Better Worship During Preaching

by Roger Shouse

We hate to admit this, but most of us have sat through a sermon with our minds somewhere else. The preacher was boring, the sermon was long, and we were no longer with him. There is a responsibility upon the preacher to find ways to communicate effectively and efficiently with the audience. But we have a responsibility as well. How do we worship better during the preaching?

To understand this we must understand the concept of worship.  Worship involves participation on the part of each of us.  Worship is not a spectator sport. Worship is action. It is something we do. Worship reflects an attitude we have. It involves all of you, including your mind, your heart and your emotions. The things that affect your insides will affect your worship. Being tired, bothered, worried, bored, or mostly how you view God, will affect worship. It’s hard to get much out of a sermon when one can barely keep his eyes open or his mind is racing with all that he plans to do the next day. Doing worship better begins with being focused.

Sermons really serve two purposes. First, they inform and instruct. Some listen to sermons, others learn from sermons. There is a difference. So we ask, “How do I learn better?” First, bring your Bible and follow along. Listen to what the preacher is saying. See it in your Bible. That is essential. The facts of the Bible will build faith, strengthen convictions and destroy error. God’s word is powerful! Take notes, either in your Bible or on paper. Circle words, underline phrases, write down what words mean, interesting thoughts, and things that you did not know. Make your Bible user friendly to you. We remember only so much of what we hear. We remember more by hearing and seeing. We remember even more by hearing, seeing and writing down. We remember the most by hearing, seeing, writing down and telling someone else. Find a way to save and then use your notes from the sermon. You might refer to them in teaching a friend, or you might use them in teaching a class. There is a wealth of study being shared with you each week. Listening week after week ought to be a growing experience for you. You are learning and you are getting stronger as you think, listen and grasp the messages from God’s word. Come ready to learn!

It is sad to see brethren gathering each week, with no Bible in hand, no paper to write on and just staring at the preacher during the sermon. If a college student did that in one of his classes, he’d probably not pass. It’s hard to remember things from week to week. We can do better. We must do better.

The second purpose of preaching is to persuade the listener. Paul said, “Knowing the fear of the Lord, we persuade men” (2 Corinthians 5.11). The preaching of Peter moved the audience to interrupt him and ask, “What shall we do?” (Acts 2.37). Preaching is more than the giving of facts, it is the changing of lives. The Lord ended His incredible Sermon on the Mount with the story of two men who built their houses on different foundations. This story illustrated the difference in those that were persuaded to do something and those who were not. The preaching of Jonah changed the city of Nineveh. Preaching can change your life and impact generations of your family.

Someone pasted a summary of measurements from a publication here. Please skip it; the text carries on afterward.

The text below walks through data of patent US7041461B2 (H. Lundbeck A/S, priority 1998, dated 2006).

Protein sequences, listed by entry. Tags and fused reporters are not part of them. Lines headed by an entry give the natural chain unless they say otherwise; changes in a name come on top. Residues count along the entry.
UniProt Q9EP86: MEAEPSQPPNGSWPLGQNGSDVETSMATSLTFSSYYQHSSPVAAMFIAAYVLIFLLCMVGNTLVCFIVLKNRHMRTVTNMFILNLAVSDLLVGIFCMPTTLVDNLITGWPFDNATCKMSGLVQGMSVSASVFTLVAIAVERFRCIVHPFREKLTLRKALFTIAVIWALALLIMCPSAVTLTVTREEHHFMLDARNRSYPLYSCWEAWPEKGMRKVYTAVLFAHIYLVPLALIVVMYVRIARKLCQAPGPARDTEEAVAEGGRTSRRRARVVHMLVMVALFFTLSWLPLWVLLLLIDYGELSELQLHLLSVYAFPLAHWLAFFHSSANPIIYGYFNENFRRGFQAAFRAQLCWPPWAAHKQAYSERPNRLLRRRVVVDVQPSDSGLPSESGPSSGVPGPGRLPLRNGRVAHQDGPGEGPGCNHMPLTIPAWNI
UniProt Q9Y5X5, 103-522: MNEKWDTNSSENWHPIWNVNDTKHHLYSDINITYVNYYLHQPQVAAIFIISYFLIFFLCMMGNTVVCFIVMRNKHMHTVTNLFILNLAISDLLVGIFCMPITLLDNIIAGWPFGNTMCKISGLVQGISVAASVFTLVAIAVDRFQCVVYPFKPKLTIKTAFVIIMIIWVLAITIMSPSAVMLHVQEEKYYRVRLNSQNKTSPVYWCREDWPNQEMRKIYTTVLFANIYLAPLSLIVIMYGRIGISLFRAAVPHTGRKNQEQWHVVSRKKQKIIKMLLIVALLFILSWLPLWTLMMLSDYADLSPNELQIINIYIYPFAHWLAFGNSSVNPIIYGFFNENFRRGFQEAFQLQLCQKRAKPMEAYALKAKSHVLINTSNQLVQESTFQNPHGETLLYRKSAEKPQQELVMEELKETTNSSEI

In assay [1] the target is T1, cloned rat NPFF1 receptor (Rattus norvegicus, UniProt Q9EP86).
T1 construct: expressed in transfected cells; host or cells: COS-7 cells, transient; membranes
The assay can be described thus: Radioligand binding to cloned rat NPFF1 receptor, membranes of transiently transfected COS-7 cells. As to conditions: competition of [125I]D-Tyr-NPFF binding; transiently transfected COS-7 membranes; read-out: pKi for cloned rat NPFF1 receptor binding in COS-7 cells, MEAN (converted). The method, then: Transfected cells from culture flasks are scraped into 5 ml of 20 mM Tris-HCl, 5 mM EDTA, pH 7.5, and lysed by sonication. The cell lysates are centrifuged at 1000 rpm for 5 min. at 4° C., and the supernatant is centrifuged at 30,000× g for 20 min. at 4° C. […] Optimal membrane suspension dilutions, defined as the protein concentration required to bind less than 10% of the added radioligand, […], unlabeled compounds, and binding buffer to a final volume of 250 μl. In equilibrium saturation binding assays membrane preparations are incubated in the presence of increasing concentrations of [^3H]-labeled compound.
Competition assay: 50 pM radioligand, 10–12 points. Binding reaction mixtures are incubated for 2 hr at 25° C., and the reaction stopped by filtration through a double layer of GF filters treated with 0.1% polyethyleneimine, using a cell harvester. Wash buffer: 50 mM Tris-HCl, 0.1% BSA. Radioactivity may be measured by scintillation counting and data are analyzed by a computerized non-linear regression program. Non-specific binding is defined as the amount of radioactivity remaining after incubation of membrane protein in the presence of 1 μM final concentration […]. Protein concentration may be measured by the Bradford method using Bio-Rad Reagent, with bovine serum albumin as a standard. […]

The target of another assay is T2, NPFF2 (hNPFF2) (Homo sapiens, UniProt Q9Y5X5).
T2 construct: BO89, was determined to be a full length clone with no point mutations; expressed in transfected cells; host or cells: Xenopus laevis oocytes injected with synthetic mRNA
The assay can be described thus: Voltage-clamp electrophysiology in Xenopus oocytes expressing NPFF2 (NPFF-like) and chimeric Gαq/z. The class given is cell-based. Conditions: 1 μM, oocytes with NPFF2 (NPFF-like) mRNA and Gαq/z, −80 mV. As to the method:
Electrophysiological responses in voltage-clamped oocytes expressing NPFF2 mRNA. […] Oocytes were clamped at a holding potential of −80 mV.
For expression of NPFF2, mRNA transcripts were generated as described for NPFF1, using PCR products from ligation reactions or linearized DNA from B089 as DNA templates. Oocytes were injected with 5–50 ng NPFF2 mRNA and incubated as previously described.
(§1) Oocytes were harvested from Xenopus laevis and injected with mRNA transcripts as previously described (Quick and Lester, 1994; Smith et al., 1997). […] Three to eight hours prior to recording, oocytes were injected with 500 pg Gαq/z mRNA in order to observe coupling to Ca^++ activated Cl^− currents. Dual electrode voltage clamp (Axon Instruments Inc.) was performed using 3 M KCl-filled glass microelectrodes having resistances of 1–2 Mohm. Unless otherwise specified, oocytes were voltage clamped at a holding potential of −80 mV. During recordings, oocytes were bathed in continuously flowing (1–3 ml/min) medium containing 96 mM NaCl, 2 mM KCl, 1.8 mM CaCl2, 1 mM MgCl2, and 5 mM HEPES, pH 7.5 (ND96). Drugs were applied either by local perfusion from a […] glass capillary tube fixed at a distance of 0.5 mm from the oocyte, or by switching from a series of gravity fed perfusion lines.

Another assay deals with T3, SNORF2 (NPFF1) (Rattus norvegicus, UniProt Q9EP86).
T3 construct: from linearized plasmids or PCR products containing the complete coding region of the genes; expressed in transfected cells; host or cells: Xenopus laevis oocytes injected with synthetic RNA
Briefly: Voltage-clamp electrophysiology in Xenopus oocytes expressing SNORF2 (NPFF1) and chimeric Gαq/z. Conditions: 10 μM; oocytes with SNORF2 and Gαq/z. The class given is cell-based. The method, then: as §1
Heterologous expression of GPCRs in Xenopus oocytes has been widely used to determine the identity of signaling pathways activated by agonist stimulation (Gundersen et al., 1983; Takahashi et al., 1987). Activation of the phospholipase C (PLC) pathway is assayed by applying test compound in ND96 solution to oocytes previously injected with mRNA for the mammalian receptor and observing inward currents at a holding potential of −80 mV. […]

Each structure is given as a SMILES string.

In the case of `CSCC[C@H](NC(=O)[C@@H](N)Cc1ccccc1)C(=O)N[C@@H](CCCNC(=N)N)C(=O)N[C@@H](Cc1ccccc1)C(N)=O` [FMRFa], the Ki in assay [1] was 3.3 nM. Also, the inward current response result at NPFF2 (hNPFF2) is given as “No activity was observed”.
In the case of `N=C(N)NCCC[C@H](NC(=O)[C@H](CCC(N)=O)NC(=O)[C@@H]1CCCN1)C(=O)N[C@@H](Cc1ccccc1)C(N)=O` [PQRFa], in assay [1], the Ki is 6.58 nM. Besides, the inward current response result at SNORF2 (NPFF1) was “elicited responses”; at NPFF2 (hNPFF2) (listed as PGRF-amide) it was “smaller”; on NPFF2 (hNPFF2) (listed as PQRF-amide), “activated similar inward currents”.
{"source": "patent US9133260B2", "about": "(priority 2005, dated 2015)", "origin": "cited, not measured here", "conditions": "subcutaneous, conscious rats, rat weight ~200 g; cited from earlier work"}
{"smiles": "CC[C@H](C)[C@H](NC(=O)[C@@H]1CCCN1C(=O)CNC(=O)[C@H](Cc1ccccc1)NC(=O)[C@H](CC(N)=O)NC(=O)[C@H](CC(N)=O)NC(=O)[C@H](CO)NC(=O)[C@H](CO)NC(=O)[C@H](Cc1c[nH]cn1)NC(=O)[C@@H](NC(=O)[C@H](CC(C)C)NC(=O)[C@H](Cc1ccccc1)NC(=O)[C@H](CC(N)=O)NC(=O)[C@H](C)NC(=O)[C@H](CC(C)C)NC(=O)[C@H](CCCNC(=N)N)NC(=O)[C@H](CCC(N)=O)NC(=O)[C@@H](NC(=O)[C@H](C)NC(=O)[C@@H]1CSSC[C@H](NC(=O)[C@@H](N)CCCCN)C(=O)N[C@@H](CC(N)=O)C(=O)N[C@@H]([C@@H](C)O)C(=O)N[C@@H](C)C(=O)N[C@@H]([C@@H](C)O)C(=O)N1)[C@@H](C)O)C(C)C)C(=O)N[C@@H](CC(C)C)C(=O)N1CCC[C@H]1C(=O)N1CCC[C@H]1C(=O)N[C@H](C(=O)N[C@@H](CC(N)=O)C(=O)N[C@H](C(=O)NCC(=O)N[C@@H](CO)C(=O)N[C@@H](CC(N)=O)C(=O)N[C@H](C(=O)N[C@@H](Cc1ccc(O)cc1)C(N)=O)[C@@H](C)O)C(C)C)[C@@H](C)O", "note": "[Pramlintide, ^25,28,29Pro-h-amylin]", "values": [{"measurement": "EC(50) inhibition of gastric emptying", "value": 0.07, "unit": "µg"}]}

You will get more out of a sermon as you engage in the worship with an open heart and mind. The preacher is talking to you! That’s all that matters. Where are you in the things that he says? The words of the sermon can move us to obey the Gospel of Jesus. They can move us to a deeper commitment and challenge us to become more involved. See yourself, not just in the sermon, but in what the Bible says. Make application. How can this lesson make me a better parent, or a better disciple? What is it that the Lord wants me to be? The seed that was planted into the good and honest heart produced a bountiful harvest. The good and honest heart — that’s up to us, not the preacher.

The other soils found in the parable of the sower may well explain why we are not getting the most out of preaching. Our hearts may be too crowded, or shallow or hard. I will get the most out of a sermon when I listen to it with the idea of making application to myself. It is so easy to play spiritual dodge ball with the preacher, ducking from this point and then that point, or worse still, to try to guess what person the preacher is talking about, never realizing it could be me. Don’t do that. You are wasting time, not worshiping as you should and failing to grasp a wonderful opportunity to become a disciple of Jesus. All of us, including those of us who preach, can learn from the sermons of others. The message is more important than the messenger. What is said is more important than how it is said. Sometimes we get that backwards.

Preaching and teaching are God’s avenues of growing the kingdom. There is no other way. That powerful seed planted in fertile hearts will produce a disciple that longs to walk with Jesus. That’s what a sermon can do.


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